typically contains just a miniscule 25 micrograms, according to Professor Hughes. He added: “If you were to try and get your daily copper allowance from whisky alone, then you will have greater problems than a copper defi ciency!” A varied and healthy diet, particularly of copper- rich foods such as shellfi sh and nuts, will give you all the copper you need.
Is there an alternative? If whisky makers were feeling particularly fl ush, there is another metal that could take the place of copper. Professor Hughes explained:
“Technically, you could use gold stills for whisky distilling. It has a lot of the same properties as copper. For example, it could take out sulphur compounds, but perhaps not at the same level of copper, which is a more reactive metal generally. It is also an excellent conductor of heat, and as the most malleable metal, it can be easily shaped. The cost, however, would obviously be an issue!”
PHOTOGRAPHY: MIKE WILKINSON
COPPER TOPS ~ 1 Copper
has antibacterial properties. In one study from the Centre for Applied Microbiology & Research, it took a strain of E. coli bacteria 34 days to die on steel, but just four hours to expire on copper.
2 Typically, the thickness of a still’s base is six millimetres at the base and up to the shoulder. From the shoulder upwards, the thickness is four millimetres.
3 Copper is number 29 in the periodic table and is represented by the symbol Cu.
THE SCOTCH MALT WHISKY SOCIETY APRIL 2012 ~ 10 My whisky world
WORDS: ROBIN LAING
Gunter Sommer runs the Smallest Whisky Bar On Earth (SWBOE) in Santa Maria, a village in a remote corner of Switzerland, close to the Italian border. Gunter also sells Swiss whisky under his own SWBOE label and recently launched some Swiss bottlings that reveal an innovative, and perhaps controversial, approach to maturation
FOR THOSE WHO DON’T KNOW YOU, TELL US A BIT ABOUT YOURSELF I am originally from Germany. After school I trained as a dental technician. Four years later, I started my own business and opened my fi rst health club. I ran various health clubs until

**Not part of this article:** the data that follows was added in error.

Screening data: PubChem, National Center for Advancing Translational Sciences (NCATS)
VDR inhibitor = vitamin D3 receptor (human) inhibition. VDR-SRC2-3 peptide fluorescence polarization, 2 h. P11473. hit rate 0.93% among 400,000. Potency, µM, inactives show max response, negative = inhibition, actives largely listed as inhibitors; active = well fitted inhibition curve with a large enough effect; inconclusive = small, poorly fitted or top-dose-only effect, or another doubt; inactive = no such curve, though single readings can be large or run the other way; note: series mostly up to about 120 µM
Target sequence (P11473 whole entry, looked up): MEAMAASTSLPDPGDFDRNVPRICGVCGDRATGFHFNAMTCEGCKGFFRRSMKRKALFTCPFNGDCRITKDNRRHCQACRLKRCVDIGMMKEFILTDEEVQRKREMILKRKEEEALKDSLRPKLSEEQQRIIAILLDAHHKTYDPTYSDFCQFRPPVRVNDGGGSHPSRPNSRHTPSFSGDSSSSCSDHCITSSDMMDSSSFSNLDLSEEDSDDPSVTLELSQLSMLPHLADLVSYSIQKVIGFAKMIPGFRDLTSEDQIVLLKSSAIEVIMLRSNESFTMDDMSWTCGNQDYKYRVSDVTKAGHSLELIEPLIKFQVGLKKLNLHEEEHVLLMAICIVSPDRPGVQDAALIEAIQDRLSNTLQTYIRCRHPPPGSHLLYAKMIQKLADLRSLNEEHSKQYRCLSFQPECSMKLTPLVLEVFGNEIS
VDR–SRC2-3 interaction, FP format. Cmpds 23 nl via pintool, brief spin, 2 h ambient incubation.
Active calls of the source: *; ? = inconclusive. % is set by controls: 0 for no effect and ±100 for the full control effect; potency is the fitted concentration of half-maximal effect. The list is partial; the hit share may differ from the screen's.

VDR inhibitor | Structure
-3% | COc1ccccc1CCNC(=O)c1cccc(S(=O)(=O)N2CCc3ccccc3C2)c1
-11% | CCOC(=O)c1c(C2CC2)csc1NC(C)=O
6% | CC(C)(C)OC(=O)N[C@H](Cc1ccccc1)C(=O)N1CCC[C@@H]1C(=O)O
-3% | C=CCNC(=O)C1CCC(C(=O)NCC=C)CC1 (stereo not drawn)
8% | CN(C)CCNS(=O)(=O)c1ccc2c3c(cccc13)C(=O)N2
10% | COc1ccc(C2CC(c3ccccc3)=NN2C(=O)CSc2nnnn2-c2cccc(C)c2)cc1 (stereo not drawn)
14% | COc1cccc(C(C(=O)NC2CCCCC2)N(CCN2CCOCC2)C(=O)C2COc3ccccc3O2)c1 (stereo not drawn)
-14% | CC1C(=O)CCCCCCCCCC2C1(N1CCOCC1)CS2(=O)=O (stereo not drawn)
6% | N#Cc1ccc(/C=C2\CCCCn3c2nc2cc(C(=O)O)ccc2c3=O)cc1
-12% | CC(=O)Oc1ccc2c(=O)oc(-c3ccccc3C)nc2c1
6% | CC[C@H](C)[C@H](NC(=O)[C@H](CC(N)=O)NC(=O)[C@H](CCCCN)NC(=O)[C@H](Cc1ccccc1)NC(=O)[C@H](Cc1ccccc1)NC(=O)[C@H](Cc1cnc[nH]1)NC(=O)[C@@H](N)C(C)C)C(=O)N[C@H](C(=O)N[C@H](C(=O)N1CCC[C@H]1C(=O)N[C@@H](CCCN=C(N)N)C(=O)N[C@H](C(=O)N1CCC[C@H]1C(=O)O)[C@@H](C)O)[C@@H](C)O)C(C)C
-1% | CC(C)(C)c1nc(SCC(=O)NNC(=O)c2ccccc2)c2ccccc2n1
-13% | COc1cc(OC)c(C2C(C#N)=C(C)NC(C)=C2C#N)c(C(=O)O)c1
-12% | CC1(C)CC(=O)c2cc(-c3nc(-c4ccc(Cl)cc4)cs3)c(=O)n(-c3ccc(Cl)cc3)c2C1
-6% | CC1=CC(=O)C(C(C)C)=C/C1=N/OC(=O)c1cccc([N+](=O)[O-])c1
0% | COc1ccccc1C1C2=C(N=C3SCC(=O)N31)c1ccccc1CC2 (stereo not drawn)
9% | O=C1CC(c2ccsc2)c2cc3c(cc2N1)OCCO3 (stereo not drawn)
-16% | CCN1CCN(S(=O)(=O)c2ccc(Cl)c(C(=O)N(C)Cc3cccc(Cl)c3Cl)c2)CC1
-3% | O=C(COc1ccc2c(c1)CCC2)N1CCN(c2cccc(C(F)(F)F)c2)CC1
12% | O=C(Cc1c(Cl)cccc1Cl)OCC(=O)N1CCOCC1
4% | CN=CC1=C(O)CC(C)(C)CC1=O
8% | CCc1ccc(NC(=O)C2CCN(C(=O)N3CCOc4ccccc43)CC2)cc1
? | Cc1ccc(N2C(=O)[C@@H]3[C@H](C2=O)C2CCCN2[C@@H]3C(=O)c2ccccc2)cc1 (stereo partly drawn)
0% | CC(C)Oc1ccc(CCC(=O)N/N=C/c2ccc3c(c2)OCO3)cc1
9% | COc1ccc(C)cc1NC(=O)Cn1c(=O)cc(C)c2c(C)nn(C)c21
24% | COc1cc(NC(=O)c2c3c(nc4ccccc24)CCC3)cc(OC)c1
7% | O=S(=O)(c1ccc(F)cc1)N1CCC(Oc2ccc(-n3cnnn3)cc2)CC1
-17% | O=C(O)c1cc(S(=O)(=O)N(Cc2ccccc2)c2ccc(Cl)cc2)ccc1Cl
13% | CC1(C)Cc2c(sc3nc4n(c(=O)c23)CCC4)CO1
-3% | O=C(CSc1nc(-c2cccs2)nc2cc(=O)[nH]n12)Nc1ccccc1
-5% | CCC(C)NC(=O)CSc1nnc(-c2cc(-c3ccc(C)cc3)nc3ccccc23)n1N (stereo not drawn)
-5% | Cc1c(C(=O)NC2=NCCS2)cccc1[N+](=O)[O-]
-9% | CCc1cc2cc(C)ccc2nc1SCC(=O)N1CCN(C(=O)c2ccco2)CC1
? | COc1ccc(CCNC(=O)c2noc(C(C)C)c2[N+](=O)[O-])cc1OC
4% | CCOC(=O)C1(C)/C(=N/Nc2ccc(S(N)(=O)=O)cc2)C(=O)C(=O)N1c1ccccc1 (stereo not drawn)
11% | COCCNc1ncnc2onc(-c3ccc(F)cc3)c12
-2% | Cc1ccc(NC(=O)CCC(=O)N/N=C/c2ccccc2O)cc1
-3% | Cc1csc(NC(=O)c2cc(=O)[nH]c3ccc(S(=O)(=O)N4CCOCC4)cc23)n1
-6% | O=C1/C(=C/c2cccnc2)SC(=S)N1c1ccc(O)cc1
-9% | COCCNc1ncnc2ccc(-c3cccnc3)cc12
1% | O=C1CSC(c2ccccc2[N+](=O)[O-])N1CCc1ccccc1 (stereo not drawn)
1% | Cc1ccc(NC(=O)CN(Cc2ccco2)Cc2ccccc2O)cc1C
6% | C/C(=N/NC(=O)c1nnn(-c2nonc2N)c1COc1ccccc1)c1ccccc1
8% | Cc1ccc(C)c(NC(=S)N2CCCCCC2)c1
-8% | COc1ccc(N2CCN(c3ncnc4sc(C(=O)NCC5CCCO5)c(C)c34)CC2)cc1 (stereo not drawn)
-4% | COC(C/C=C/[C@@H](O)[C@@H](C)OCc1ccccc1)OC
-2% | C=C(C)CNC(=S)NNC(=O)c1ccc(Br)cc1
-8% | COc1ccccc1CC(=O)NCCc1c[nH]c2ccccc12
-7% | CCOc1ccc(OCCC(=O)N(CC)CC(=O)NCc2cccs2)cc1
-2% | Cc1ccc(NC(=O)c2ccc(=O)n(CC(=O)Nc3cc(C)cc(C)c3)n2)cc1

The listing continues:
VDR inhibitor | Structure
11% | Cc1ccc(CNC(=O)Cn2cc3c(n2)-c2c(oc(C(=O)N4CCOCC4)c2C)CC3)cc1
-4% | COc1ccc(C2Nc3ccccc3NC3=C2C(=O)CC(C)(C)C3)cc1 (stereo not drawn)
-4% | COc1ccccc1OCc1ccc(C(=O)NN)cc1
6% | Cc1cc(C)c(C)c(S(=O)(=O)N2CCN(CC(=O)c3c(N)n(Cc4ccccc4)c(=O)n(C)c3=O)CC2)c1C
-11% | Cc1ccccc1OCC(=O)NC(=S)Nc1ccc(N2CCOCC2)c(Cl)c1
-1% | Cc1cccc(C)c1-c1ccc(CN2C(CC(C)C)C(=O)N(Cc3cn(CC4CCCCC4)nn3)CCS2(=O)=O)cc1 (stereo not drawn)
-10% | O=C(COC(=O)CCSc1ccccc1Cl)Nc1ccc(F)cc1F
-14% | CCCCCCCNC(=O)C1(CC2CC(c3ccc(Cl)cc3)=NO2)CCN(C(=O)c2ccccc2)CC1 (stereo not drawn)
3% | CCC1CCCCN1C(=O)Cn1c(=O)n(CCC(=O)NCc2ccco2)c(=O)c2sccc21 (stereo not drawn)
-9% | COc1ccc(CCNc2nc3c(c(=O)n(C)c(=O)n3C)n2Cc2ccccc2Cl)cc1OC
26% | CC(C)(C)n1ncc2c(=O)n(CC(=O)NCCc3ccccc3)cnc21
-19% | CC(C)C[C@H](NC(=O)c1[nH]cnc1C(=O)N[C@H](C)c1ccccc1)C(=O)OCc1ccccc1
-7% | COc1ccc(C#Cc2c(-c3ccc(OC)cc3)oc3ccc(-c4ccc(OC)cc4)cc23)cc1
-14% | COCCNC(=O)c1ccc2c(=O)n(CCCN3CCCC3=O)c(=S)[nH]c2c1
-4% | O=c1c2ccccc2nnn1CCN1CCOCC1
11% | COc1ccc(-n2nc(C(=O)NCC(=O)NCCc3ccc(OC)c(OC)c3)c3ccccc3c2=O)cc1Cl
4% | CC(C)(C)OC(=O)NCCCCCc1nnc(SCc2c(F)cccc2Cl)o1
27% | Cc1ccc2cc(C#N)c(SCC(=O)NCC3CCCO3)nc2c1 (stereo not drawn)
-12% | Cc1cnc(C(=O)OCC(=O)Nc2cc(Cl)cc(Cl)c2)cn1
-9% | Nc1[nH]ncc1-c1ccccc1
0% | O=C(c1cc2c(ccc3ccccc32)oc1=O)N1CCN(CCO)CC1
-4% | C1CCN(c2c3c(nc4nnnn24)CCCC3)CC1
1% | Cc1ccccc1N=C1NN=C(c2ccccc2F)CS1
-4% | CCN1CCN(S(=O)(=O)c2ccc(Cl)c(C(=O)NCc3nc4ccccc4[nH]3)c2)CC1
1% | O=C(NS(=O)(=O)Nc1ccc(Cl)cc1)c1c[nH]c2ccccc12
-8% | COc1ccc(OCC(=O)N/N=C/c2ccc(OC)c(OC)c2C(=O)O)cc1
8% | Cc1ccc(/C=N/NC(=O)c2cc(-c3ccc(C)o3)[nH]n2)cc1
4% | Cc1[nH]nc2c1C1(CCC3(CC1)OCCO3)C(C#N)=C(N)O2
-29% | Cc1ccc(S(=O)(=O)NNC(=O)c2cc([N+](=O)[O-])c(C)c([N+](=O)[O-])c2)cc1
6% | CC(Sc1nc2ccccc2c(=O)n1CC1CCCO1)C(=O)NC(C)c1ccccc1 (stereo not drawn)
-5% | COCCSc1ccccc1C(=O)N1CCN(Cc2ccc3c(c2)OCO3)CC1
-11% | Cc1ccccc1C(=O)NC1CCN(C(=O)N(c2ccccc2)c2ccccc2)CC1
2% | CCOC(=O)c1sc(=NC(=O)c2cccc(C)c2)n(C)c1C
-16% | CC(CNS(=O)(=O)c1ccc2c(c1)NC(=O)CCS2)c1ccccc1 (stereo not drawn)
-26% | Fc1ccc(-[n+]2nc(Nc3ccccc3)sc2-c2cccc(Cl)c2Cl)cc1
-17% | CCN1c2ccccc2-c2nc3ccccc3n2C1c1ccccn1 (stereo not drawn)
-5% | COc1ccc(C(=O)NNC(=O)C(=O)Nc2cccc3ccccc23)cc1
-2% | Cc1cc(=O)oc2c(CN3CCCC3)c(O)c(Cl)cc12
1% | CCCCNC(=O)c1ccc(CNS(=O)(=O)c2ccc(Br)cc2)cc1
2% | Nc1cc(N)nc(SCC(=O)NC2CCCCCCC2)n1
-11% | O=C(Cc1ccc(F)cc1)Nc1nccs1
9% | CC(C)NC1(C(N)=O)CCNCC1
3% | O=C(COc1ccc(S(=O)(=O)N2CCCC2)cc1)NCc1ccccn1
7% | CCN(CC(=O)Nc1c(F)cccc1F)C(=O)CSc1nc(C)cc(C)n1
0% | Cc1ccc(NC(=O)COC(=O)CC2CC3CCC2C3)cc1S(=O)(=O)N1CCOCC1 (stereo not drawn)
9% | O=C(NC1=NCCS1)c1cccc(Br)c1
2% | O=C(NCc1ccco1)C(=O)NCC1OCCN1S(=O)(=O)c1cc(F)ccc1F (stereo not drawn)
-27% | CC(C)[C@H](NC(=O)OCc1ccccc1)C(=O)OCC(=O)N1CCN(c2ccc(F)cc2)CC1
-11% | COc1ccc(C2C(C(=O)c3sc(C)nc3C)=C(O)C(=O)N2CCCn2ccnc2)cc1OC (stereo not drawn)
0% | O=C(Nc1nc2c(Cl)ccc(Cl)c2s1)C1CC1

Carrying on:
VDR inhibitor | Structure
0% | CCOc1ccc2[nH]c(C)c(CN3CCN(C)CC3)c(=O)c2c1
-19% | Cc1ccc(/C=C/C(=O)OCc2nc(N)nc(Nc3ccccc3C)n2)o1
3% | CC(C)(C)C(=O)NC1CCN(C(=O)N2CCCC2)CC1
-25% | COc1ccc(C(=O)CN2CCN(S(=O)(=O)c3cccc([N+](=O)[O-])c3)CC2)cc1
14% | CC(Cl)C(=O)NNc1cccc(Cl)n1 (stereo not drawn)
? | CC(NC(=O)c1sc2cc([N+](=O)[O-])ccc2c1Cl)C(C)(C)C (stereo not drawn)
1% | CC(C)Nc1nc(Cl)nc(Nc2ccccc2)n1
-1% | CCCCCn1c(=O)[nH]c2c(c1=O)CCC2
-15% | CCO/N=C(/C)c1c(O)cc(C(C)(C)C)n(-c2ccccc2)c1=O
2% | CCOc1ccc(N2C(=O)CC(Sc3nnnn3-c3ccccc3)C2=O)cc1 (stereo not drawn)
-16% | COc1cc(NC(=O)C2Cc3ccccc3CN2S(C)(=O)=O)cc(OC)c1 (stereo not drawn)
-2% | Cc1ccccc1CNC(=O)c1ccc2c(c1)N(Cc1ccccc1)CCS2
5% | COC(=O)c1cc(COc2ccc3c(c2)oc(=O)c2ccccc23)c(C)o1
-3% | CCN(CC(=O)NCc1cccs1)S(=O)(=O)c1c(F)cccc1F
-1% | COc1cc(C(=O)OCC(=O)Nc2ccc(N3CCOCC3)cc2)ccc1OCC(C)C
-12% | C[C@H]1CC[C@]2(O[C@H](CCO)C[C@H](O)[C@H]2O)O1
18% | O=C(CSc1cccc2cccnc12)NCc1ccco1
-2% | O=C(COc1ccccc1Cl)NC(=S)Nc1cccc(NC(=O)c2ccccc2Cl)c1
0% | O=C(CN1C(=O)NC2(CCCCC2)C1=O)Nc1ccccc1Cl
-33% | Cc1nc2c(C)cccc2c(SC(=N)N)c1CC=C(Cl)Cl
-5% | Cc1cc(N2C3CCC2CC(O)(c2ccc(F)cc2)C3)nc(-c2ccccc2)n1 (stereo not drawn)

2003 when I damaged my right hand in a motorbike accident and had to change my work.
HOW DID YOU FIRST DISCOVER A PASSION FOR WHISKY? The passion came to me when I moved to Switzerland in 2003. After the accident, I had to
recover for nearly two years. Around the same time, I became a single parent and wanted to make a good life for my four- year old daughter. A friend gave me the opportunity to move to Switzerland and it seemed like a much-needed new start. For the fi rst time in my life, I had the time to think about whisky, instead of just drinking it!
HOW SMALL IS THE SWBOE EXACTLY? The bar is 8.53m² – it can hold 20 people comfortably, but the most we have ever had in there was 32 people.
HOW MANY WHISKIES DO YOU STOCK IN THE BAR? We stock about 225 diff erent whiskies. The oldest is 50 years
old and, among the more interesting bottles, are some from the Queen Elizabeth 2 [QE2] ship, which we got before it was sold to an investment company in Dubai.
WHAT ARE THE MOST POPULAR WHISKIES IN THE BAR? Our own Secret Inspiration [a SWBOE single malt whisky from Switzerland], Bruichladdich’s Octomore, Aberlour’s A’bunadh, Bowmore’s 17 year old and The Macallan 1851 Inspiration all go down well when we recommend them to customers.
AND YOU RUN A WHISKY MUSEUM? The whisky museum, which is underneath the bar, is a result of all the beautiful items I have collected over the years on my travels in Scotland. Diff erent things to see include a malt shovel from 1881, which was donated by Jim McEwan [from Bruichladdich] and dipsticks from Mortlach and Port Ellen. I also have a Thorne’s
whisky bottle from 1911 (distilled around 1890) and various other Thorne’s items collected from all over the world. I am looking into the possibility of arranging the comeback of Thorne’s whisky, which went out of business in 1921
PHOTOGRAPHY: MIKE WILKINSON 11 10
WHEN IT COMES TO RELEASING YOUR OWN WHISKY, WHAT IS YOUR APPROACH? My new products, which are produced at Karl Locher’s Appenzeller distillery, are the result of many years of experiments and tests. I noticed that the price of